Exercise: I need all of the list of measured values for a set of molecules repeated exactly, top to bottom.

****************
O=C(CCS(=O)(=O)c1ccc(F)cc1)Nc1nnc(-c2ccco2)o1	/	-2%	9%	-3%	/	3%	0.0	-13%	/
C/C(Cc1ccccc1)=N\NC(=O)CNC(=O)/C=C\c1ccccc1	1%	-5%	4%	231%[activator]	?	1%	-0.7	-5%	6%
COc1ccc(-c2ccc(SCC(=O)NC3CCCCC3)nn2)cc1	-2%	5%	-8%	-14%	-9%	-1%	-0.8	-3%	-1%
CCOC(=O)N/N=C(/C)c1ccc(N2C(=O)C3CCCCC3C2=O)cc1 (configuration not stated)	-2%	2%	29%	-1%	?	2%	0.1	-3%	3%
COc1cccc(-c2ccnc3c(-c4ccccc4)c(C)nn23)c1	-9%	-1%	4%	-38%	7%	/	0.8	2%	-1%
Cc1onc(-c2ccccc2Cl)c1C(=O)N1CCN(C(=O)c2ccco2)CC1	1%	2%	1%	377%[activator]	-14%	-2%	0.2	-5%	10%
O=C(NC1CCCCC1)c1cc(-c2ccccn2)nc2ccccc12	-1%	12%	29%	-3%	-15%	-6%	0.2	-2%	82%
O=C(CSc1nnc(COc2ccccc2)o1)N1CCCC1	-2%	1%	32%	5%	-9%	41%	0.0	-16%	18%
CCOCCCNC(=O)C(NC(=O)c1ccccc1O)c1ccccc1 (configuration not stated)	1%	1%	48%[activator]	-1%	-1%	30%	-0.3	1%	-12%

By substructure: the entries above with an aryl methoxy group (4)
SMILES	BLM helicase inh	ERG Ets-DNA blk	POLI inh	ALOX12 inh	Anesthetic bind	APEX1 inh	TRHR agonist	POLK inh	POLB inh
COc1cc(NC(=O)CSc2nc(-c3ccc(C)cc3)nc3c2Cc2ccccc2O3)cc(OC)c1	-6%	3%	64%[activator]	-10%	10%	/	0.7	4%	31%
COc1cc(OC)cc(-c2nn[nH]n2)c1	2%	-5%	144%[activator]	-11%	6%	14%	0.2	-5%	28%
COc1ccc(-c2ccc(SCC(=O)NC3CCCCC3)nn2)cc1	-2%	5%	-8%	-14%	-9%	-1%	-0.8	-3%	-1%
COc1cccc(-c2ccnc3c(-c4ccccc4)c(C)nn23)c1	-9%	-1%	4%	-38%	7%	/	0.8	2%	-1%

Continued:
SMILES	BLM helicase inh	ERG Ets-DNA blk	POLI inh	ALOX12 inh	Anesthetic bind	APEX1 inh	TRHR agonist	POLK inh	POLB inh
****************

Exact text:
O=C(CCS(=O)(=O)c1ccc(F)cc1)Nc1nnc(-c2ccco2)o1	/	-2%	9%	-3%	/	3%	0.0	-13%	/
C/C(Cc1ccccc1)=N\NC(=O)CNC(=O)/C=C\c1ccccc1	1%	-5%	4%	231%[activator]	?	1%	-0.7	-5%	6%
COc1ccc(-c2ccc(SCC(=O)NC3CCCCC3)nn2)cc1	-2%	5%	-8%	-14%	-9%	-1%	-0.8	-3%	-1%
CCOC(=O)N/N=C(/C)c1ccc(N2C(=O)C3CCCCC3C2=O)cc1 (configuration not stated)	-2%	2%	29%	-1%	?	2%	0.1	-3%	3%
COc1cccc(-c2ccnc3c(-c4ccccc4)c(C)nn23)c1	-9%	-1%	4%	-38%	7%	/	0.8	2%	-1%
Cc1onc(-c2ccccc2Cl)c1C(=O)N1CCN(C(=O)c2ccco2)CC1	1%	2%	1%	377%[activator]	-14%	-2%	0.2	-5%	10%
O=C(NC1CCCCC1)c1cc(-c2ccccn2)nc2ccccc12	-1%	12%	29%	-3%	-15%	-6%	0.2	-2%	82%
O=C(CSc1nnc(COc2ccccc2)o1)N1CCCC1	-2%	1%	32%	5%	-9%	41%	0.0	-16%	18%
CCOCCCNC(=O)C(NC(=O)c1ccccc1O)c1ccccc1 (configuration not stated)	1%	1%	48%[activator]	-1%	-1%	30%	-0.3	1%	-12%

By substructure: the entries above with an aryl methoxy group (4)
SMILES	BLM helicase inh	ERG Ets-DNA blk	POLI inh	ALOX12 inh	Anesthetic bind	APEX1 inh	TRHR agonist	POLK inh	POLB inh
COc1cc(NC(=O)CSc2nc(-c3ccc(C)cc3)nc3c2Cc2ccccc2O3)cc(OC)c1	-6%	3%	64%[activator]	-10%	10%	/	0.7	4%	31%
COc1cc(OC)cc(-c2nn[nH]n2)c1	2%	-5%	144%[activator]	-11%	6%	14%	0.2	-5%	28%
COc1ccc(-c2ccc(SCC(=O)NC3CCCCC3)nn2)cc1	-2%	5%	-8%	-14%	-9%	-1%	-0.8	-3%	-1%
COc1cccc(-c2ccnc3c(-c4ccccc4)c(C)nn23)c1	-9%	-1%	4%	-38%	7%	/	0.8	2%	-1%

Continued:
SMILES	BLM helicase inh	ERG Ets-DNA blk	POLI inh	ALOX12 inh	Anesthetic bind	APEX1 inh	TRHR agonist	POLK inh	POLB inh